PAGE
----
Anniston tax revenues steady

A cashier makes change at the new Piggly Wiggly in Anniston on Wednesday. (Anniston Star photo by Bill Wilson)

If you believe Alabama’s two highest-profile Republicans — President Trump, who commands most voters of this state, and Gov. Kay Ivey, who occupies its biggest chair — then you agree that the nation’s roaring economy and enviable unemployment rates prove a majority of Americans are floating in prosperity.

In Washington and Montgomery, that is the GOP’s message.

People are working, which they are. The economy is improving, which it is in certain sectors (but those caveats, though).

What Trump and Ivey never mention is that unemployment rates alone are a first grade-level method of measuring the health of the U.S. economy. Worse still, they never mention that America’s low rates of unemployment include huge gains in low-income, minimum-wage jobs and that stagnating wages have become a staple of the U.S. economy since the Great Recession.

All jobs aren’t equal. And the result is what Rajan Menon, a professor of international relations at City College of New York and a senior research fellow at Columbia University, calls the “United States of Inequality” — a nation with a Pentagon budget of $647 billion and nearly 9 million citizens who work and still live below the poverty line.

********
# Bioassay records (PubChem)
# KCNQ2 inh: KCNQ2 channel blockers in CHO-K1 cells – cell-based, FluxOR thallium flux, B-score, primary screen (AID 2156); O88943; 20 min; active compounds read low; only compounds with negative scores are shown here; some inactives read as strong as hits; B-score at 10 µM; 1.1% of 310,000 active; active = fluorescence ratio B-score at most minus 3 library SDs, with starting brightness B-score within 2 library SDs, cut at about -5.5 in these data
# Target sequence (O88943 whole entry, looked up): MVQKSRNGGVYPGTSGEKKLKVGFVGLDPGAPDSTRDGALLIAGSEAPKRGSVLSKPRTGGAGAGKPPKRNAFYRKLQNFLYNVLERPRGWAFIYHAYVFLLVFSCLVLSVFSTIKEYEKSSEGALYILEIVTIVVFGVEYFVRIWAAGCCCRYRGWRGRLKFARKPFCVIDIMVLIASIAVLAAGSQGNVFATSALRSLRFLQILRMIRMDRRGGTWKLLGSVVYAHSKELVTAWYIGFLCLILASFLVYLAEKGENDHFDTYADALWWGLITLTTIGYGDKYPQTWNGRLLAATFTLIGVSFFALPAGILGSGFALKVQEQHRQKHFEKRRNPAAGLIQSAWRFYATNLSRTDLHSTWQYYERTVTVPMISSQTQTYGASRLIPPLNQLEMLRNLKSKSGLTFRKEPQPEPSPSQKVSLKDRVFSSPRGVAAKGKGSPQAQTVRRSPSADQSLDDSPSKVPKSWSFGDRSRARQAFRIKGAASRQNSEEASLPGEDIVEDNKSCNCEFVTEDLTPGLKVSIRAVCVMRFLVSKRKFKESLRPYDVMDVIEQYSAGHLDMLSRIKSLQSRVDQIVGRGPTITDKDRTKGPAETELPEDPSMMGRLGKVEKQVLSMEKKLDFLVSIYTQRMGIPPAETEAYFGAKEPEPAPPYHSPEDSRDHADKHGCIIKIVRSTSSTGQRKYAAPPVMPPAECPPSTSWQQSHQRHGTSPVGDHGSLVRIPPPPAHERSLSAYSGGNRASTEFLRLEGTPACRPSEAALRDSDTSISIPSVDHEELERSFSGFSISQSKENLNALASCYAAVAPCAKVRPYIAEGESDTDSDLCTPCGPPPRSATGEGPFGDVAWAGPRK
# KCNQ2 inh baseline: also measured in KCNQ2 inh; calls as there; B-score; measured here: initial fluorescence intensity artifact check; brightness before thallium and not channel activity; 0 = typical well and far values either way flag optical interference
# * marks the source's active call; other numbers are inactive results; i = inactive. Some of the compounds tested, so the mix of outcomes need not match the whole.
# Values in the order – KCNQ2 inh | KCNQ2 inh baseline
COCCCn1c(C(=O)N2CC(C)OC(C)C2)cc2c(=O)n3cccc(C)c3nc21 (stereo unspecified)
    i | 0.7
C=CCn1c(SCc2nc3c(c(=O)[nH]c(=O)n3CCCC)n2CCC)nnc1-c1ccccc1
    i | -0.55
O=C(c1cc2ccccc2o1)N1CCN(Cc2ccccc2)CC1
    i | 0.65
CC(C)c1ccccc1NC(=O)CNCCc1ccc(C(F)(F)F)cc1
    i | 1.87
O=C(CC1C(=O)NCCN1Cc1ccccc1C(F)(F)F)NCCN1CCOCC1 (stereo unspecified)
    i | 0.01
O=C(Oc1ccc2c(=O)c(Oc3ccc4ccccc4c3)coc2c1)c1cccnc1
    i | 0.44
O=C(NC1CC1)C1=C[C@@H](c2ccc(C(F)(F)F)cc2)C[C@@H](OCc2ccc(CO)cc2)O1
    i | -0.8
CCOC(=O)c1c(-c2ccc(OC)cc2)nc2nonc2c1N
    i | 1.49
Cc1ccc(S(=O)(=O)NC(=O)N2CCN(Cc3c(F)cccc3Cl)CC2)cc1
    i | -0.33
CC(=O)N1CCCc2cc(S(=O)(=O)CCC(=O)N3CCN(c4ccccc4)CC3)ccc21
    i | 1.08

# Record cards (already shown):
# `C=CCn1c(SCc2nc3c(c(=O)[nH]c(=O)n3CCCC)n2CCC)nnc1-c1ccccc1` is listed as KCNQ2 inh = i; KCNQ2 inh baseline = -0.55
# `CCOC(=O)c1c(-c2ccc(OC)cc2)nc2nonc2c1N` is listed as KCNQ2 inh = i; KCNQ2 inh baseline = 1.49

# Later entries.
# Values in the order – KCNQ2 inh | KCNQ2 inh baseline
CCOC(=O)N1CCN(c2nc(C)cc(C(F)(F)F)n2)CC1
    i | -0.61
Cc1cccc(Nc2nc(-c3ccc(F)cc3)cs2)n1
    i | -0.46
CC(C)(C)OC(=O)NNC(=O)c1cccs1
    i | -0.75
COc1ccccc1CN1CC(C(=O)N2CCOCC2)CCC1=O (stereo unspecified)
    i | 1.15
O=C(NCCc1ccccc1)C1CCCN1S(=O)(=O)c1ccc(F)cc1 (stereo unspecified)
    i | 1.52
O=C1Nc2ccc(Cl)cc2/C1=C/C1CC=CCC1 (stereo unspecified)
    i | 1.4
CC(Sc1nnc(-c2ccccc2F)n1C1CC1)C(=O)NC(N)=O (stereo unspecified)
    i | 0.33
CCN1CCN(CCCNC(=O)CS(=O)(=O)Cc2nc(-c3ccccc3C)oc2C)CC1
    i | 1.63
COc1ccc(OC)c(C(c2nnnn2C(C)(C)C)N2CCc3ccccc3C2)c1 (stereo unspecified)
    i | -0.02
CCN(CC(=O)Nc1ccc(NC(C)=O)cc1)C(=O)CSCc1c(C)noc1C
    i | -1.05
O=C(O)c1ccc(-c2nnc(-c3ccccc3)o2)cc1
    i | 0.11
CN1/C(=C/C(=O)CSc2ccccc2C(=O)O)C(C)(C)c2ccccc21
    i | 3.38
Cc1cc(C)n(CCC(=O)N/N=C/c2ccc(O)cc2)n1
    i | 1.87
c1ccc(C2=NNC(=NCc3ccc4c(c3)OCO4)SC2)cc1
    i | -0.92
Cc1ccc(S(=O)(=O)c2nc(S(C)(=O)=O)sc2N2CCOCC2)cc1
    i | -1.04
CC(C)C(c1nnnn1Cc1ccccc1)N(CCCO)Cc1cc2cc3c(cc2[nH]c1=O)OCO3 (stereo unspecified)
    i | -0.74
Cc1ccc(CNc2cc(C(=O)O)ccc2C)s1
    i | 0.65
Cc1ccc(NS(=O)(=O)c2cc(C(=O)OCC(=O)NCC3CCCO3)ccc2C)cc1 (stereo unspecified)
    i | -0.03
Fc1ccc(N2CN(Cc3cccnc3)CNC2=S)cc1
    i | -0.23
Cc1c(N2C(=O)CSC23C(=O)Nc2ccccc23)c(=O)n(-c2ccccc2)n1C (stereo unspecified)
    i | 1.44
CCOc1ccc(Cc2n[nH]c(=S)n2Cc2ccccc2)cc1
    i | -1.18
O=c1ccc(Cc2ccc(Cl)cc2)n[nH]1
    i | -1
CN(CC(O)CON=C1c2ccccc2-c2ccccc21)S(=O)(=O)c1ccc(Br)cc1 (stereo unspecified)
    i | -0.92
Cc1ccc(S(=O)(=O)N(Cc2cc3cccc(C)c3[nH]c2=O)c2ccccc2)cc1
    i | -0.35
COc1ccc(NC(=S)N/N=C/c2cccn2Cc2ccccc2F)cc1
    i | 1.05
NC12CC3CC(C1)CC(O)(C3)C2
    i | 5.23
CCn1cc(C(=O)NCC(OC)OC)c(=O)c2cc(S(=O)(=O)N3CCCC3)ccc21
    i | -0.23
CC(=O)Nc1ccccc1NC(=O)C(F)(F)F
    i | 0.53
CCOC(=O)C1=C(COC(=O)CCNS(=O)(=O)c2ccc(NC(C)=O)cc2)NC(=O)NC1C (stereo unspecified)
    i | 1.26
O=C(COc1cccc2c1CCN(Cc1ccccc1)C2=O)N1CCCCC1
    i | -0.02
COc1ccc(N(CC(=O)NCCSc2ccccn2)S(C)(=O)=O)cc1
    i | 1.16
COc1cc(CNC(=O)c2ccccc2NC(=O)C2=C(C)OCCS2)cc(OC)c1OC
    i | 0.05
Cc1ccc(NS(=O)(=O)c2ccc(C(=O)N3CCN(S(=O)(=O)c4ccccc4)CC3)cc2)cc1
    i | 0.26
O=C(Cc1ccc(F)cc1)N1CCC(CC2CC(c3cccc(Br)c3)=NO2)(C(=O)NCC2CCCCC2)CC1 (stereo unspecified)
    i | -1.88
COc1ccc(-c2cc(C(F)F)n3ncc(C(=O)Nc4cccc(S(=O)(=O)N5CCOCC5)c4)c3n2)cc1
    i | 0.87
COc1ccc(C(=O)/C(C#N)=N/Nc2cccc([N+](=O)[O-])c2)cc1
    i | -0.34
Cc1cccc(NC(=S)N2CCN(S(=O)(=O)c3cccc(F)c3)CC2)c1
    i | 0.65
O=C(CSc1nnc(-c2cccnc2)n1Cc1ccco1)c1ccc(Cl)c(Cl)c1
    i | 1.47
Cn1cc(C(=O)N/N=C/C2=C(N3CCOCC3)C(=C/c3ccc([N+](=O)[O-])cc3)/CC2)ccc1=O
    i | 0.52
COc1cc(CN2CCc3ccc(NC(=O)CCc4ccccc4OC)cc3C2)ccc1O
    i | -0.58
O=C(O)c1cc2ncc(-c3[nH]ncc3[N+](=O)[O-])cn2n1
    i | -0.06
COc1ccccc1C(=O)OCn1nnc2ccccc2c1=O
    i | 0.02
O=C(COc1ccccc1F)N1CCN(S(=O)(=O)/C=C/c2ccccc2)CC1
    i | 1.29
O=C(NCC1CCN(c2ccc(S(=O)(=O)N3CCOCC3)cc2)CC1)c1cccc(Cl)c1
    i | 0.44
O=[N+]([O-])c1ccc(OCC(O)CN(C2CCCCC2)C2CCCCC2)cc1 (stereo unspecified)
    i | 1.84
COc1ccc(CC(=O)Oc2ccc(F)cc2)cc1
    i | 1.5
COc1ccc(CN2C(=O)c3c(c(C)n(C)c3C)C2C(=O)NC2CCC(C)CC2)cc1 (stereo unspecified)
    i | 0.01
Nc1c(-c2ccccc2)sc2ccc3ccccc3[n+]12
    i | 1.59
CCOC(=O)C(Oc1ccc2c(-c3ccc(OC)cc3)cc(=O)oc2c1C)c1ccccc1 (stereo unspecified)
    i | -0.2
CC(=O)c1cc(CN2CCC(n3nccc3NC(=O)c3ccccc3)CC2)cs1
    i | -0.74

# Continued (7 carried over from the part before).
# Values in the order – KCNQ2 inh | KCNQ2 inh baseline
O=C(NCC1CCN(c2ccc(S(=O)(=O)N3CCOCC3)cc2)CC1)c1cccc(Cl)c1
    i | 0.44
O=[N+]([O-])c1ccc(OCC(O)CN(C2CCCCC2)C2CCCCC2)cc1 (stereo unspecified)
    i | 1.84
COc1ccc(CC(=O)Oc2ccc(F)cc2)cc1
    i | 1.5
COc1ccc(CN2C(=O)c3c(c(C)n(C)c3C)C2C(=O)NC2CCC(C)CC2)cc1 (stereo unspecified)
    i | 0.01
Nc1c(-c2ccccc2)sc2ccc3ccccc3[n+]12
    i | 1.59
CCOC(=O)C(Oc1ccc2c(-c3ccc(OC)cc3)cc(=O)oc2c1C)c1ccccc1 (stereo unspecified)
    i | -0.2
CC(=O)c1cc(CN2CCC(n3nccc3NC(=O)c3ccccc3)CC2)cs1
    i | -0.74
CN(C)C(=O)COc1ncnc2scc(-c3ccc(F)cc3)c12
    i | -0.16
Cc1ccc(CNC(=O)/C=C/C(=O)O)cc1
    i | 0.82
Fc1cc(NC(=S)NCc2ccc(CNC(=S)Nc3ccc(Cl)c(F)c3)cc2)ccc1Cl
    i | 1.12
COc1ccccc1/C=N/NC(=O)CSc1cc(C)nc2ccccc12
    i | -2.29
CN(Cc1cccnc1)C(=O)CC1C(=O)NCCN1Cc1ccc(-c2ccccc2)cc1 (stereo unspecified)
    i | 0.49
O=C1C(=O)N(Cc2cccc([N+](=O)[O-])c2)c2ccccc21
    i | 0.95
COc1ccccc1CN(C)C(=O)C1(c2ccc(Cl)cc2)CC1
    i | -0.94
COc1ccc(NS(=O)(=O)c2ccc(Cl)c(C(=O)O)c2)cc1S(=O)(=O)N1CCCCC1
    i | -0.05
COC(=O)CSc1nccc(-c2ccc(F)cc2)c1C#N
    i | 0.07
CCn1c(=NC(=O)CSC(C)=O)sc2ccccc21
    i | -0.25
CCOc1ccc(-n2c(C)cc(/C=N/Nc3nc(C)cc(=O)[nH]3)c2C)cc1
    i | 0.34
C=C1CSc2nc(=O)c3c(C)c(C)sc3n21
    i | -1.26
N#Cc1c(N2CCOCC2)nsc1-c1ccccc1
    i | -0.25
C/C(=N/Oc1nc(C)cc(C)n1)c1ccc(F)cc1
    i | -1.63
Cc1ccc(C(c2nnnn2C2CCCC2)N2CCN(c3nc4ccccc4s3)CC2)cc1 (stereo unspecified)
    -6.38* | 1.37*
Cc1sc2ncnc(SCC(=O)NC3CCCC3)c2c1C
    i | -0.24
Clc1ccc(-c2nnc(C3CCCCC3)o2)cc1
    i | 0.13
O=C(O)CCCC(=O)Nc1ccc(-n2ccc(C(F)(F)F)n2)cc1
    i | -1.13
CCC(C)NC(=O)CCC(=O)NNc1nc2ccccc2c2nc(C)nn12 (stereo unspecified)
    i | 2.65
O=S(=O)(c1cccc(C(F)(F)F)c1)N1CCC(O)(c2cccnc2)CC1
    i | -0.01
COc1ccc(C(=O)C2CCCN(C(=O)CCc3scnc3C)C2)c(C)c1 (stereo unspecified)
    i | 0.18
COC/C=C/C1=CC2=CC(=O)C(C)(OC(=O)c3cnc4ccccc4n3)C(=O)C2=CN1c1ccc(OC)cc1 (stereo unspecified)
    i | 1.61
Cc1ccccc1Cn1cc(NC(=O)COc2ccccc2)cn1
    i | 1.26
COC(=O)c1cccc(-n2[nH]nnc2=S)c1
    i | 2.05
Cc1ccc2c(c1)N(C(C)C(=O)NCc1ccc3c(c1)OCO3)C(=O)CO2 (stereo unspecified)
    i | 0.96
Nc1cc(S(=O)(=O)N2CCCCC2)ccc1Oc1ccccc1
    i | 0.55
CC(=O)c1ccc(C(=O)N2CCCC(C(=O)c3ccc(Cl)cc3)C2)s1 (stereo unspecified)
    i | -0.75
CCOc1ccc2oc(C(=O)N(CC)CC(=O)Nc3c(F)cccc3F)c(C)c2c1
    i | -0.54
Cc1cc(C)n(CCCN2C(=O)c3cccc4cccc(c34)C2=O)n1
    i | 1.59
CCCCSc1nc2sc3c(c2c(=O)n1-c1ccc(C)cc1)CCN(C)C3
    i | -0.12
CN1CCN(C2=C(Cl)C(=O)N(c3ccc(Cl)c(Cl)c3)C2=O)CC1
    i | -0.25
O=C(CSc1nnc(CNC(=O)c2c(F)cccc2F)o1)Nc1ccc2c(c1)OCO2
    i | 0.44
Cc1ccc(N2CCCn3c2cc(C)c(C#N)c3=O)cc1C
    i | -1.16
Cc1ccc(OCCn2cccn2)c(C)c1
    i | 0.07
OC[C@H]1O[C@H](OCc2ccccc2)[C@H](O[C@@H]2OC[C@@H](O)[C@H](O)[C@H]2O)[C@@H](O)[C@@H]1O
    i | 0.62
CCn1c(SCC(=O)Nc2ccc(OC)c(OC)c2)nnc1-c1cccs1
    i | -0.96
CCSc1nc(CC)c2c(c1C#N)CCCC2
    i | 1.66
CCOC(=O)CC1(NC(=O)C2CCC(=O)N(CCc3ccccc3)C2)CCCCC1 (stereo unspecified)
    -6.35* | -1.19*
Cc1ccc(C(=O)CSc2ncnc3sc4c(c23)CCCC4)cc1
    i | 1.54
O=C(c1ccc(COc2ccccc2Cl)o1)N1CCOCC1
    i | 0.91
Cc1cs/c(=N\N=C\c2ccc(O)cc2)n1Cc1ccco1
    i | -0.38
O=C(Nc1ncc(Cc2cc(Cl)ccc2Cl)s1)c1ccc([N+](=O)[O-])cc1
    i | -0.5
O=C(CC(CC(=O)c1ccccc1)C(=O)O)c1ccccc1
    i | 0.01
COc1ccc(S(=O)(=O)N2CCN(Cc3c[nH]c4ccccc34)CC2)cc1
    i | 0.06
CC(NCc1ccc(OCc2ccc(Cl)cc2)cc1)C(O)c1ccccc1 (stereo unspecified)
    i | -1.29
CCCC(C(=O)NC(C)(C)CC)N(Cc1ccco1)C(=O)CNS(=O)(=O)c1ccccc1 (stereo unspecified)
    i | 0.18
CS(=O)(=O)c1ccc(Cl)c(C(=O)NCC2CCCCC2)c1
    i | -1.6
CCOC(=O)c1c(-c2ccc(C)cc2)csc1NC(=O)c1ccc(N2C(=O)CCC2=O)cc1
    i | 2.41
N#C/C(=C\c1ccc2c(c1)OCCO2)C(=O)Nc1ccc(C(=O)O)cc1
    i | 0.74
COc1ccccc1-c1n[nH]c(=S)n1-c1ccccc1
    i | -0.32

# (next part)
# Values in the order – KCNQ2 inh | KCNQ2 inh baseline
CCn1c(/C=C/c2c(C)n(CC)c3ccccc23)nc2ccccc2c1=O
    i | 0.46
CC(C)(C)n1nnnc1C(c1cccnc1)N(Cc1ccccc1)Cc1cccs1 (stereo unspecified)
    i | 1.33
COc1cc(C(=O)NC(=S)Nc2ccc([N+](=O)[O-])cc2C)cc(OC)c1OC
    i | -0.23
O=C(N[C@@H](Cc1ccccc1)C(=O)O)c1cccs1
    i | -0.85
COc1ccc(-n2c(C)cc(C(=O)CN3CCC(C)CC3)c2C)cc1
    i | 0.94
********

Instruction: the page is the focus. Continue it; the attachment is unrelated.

America’s supposed roaring economy is beset with ever-widening gaps between the rich and the poor, and Republican administrations in state capitals and D.C. are either purposefully ignoring the facts or contributing to the pain those gaps cause.

The United States has the second-largest poverty gap among wealthy countries, Menon wrote this summer in The Nation.

What’s more, the United States ranks poorly in global listings of child poverty (35th out of 41 of the wealthiest nations), infant mortality (ranked last among the wealthiest nations) and distribution of wealth among the wealthiest nations (only Turkey, Chile and Mexico rank lower).

Menon writes, “For tens of millions of Americans, the source of deep workaday insecurity isn’t the standard roster of foreign enemies, but an ever-more entrenched system of inequality, still growing, that stacks the political deck against the least well-off Americans. They lack the bucks to hire big-time lobbyists. They can’t write lavish checks to candidates running for public office or fund PACs. They have no way of manipulating the myriad influence-generating networks that the elite uses to shape taxation and spending policies. They are up against a system in which money truly does talk — and that’s the voice they don’t have.”

Ivey, meanwhile, is feckless and clueless, apparently. Tuesday morning, her re-election campaign sent an email to voters touting Alabama’s positive numbers. “Alabama is working again, and I need conservative fighters like you to keep up this economic momentum and job growth.”

She then asked voters to send her $18 — more than double the hourly earnings of Alabama’s minimum-wage workers.

Alabama exemplifies what is happening in America, a nation led by a thin-skinned billionaire descended from a golden Manhattan tower who counts on Americans not paying attention to the economic facts on the ground. For millions of Americans, those facts are as poor as their weekly paychecks.